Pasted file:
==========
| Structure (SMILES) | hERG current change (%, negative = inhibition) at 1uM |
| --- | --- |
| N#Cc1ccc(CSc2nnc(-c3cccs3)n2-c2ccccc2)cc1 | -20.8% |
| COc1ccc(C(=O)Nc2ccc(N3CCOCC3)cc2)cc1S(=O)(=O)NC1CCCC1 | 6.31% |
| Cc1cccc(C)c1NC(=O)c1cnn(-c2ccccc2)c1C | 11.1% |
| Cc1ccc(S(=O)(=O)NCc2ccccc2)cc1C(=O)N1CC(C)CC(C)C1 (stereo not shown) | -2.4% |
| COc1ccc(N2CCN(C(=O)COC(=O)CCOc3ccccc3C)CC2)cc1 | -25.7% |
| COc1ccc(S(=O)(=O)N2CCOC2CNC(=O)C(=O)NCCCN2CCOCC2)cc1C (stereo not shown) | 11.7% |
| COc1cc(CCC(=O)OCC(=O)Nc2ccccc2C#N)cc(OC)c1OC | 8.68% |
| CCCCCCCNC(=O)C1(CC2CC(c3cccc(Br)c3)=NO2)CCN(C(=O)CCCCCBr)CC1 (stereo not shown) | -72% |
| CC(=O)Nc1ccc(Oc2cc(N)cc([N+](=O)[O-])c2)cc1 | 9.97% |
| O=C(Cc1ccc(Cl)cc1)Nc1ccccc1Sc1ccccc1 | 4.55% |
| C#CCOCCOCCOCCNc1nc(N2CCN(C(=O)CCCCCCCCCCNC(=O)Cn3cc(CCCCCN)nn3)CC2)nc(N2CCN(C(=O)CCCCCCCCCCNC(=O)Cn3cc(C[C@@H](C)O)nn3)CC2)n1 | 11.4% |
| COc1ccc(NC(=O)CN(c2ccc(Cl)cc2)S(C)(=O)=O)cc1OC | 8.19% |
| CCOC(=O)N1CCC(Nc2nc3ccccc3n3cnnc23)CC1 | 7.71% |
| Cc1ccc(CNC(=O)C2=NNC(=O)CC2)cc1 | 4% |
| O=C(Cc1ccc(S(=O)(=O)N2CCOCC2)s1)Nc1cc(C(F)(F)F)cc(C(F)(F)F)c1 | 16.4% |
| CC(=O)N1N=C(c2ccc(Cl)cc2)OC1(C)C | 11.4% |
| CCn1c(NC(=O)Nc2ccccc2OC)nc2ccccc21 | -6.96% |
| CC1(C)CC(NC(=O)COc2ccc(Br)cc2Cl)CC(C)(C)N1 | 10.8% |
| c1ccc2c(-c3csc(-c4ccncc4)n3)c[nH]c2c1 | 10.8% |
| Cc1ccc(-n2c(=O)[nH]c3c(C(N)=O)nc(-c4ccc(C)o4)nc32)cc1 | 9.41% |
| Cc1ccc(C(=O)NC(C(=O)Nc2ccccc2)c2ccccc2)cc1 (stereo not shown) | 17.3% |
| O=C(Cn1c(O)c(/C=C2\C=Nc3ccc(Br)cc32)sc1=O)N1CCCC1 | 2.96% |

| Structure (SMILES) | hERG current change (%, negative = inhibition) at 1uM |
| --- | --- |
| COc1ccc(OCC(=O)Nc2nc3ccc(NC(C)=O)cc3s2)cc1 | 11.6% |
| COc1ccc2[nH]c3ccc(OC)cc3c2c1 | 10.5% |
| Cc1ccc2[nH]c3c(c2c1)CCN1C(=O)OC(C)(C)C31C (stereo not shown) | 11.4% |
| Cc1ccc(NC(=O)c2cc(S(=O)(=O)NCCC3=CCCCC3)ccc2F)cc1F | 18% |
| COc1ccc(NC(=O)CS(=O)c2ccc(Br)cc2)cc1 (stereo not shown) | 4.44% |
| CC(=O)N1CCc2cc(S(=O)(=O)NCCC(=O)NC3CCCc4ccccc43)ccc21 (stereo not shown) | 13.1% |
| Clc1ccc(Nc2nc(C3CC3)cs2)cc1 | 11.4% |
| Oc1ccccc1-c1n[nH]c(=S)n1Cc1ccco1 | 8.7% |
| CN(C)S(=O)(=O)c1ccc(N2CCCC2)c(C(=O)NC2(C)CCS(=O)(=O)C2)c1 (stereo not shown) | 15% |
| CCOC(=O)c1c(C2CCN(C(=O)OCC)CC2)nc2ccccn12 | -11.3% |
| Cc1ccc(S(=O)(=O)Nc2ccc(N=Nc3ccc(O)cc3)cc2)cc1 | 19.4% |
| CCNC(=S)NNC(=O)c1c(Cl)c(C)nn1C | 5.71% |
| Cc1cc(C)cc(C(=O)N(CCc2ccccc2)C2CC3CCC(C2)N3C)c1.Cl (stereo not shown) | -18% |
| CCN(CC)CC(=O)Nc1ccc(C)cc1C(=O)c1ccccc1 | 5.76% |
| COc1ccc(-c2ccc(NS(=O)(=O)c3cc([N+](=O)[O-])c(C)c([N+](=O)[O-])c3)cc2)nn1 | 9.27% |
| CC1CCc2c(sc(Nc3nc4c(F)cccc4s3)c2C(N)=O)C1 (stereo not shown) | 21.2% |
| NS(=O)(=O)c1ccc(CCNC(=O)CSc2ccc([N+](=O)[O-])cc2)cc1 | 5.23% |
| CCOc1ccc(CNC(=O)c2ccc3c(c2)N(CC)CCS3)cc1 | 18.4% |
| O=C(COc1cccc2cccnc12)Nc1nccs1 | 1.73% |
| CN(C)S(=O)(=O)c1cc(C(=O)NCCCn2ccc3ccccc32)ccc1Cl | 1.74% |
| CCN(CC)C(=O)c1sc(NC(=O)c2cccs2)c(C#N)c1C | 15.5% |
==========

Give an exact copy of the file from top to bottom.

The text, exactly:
| Structure (SMILES) | hERG current change (%, negative = inhibition) at 1uM |
| --- | --- |
| N#Cc1ccc(CSc2nnc(-c3cccs3)n2-c2ccccc2)cc1 | -20.8% |
| COc1ccc(C(=O)Nc2ccc(N3CCOCC3)cc2)cc1S(=O)(=O)NC1CCCC1 | 6.31% |
| Cc1cccc(C)c1NC(=O)c1cnn(-c2ccccc2)c1C | 11.1% |
| Cc1ccc(S(=O)(=O)NCc2ccccc2)cc1C(=O)N1CC(C)CC(C)C1 (stereo not shown) | -2.4% |
| COc1ccc(N2CCN(C(=O)COC(=O)CCOc3ccccc3C)CC2)cc1 | -25.7% |
| COc1ccc(S(=O)(=O)N2CCOC2CNC(=O)C(=O)NCCCN2CCOCC2)cc1C (stereo not shown) | 11.7% |
| COc1cc(CCC(=O)OCC(=O)Nc2ccccc2C#N)cc(OC)c1OC | 8.68% |
| CCCCCCCNC(=O)C1(CC2CC(c3cccc(Br)c3)=NO2)CCN(C(=O)CCCCCBr)CC1 (stereo not shown) | -72% |
| CC(=O)Nc1ccc(Oc2cc(N)cc([N+](=O)[O-])c2)cc1 | 9.97% |
| O=C(Cc1ccc(Cl)cc1)Nc1ccccc1Sc1ccccc1 | 4.55% |
| C#CCOCCOCCOCCNc1nc(N2CCN(C(=O)CCCCCCCCCCNC(=O)Cn3cc(CCCCCN)nn3)CC2)nc(N2CCN(C(=O)CCCCCCCCCCNC(=O)Cn3cc(C[C@@H](C)O)nn3)CC2)n1 | 11.4% |
| COc1ccc(NC(=O)CN(c2ccc(Cl)cc2)S(C)(=O)=O)cc1OC | 8.19% |
| CCOC(=O)N1CCC(Nc2nc3ccccc3n3cnnc23)CC1 | 7.71% |
| Cc1ccc(CNC(=O)C2=NNC(=O)CC2)cc1 | 4% |
| O=C(Cc1ccc(S(=O)(=O)N2CCOCC2)s1)Nc1cc(C(F)(F)F)cc(C(F)(F)F)c1 | 16.4% |
| CC(=O)N1N=C(c2ccc(Cl)cc2)OC1(C)C | 11.4% |
| CCn1c(NC(=O)Nc2ccccc2OC)nc2ccccc21 | -6.96% |
| CC1(C)CC(NC(=O)COc2ccc(Br)cc2Cl)CC(C)(C)N1 | 10.8% |
| c1ccc2c(-c3csc(-c4ccncc4)n3)c[nH]c2c1 | 10.8% |
| Cc1ccc(-n2c(=O)[nH]c3c(C(N)=O)nc(-c4ccc(C)o4)nc32)cc1 | 9.41% |
| Cc1ccc(C(=O)NC(C(=O)Nc2ccccc2)c2ccccc2)cc1 (stereo not shown) | 17.3% |
| O=C(Cn1c(O)c(/C=C2\C=Nc3ccc(Br)cc32)sc1=O)N1CCCC1 | 2.96% |

| Structure (SMILES) | hERG current change (%, negative = inhibition) at 1uM |
| --- | --- |
| COc1ccc(OCC(=O)Nc2nc3ccc(NC(C)=O)cc3s2)cc1 | 11.6% |
| COc1ccc2[nH]c3ccc(OC)cc3c2c1 | 10.5% |
| Cc1ccc2[nH]c3c(c2c1)CCN1C(=O)OC(C)(C)C31C (stereo not shown) | 11.4% |
| Cc1ccc(NC(=O)c2cc(S(=O)(=O)NCCC3=CCCCC3)ccc2F)cc1F | 18% |
| COc1ccc(NC(=O)CS(=O)c2ccc(Br)cc2)cc1 (stereo not shown) | 4.44% |
| CC(=O)N1CCc2cc(S(=O)(=O)NCCC(=O)NC3CCCc4ccccc43)ccc21 (stereo not shown) | 13.1% |
| Clc1ccc(Nc2nc(C3CC3)cs2)cc1 | 11.4% |
| Oc1ccccc1-c1n[nH]c(=S)n1Cc1ccco1 | 8.7% |
| CN(C)S(=O)(=O)c1ccc(N2CCCC2)c(C(=O)NC2(C)CCS(=O)(=O)C2)c1 (stereo not shown) | 15% |
| CCOC(=O)c1c(C2CCN(C(=O)OCC)CC2)nc2ccccn12 | -11.3% |
| Cc1ccc(S(=O)(=O)Nc2ccc(N=Nc3ccc(O)cc3)cc2)cc1 | 19.4% |
| CCNC(=S)NNC(=O)c1c(Cl)c(C)nn1C | 5.71% |
| Cc1cc(C)cc(C(=O)N(CCc2ccccc2)C2CC3CCC(C2)N3C)c1.Cl (stereo not shown) | -18% |
| CCN(CC)CC(=O)Nc1ccc(C)cc1C(=O)c1ccccc1 | 5.76% |
| COc1ccc(-c2ccc(NS(=O)(=O)c3cc([N+](=O)[O-])c(C)c([N+](=O)[O-])c3)cc2)nn1 | 9.27% |
| CC1CCc2c(sc(Nc3nc4c(F)cccc4s3)c2C(N)=O)C1 (stereo not shown) | 21.2% |
| NS(=O)(=O)c1ccc(CCNC(=O)CSc2ccc([N+](=O)[O-])cc2)cc1 | 5.23% |
| CCOc1ccc(CNC(=O)c2ccc3c(c2)N(CC)CCS3)cc1 | 18.4% |
| O=C(COc1cccc2cccnc12)Nc1nccs1 | 1.73% |
| CN(C)S(=O)(=O)c1cc(C(=O)NCCCn2ccc3ccccc32)ccc1Cl | 1.74% |
| CCN(CC)C(=O)c1sc(NC(=O)c2cccs2)c(C#N)c1C | 15.5% |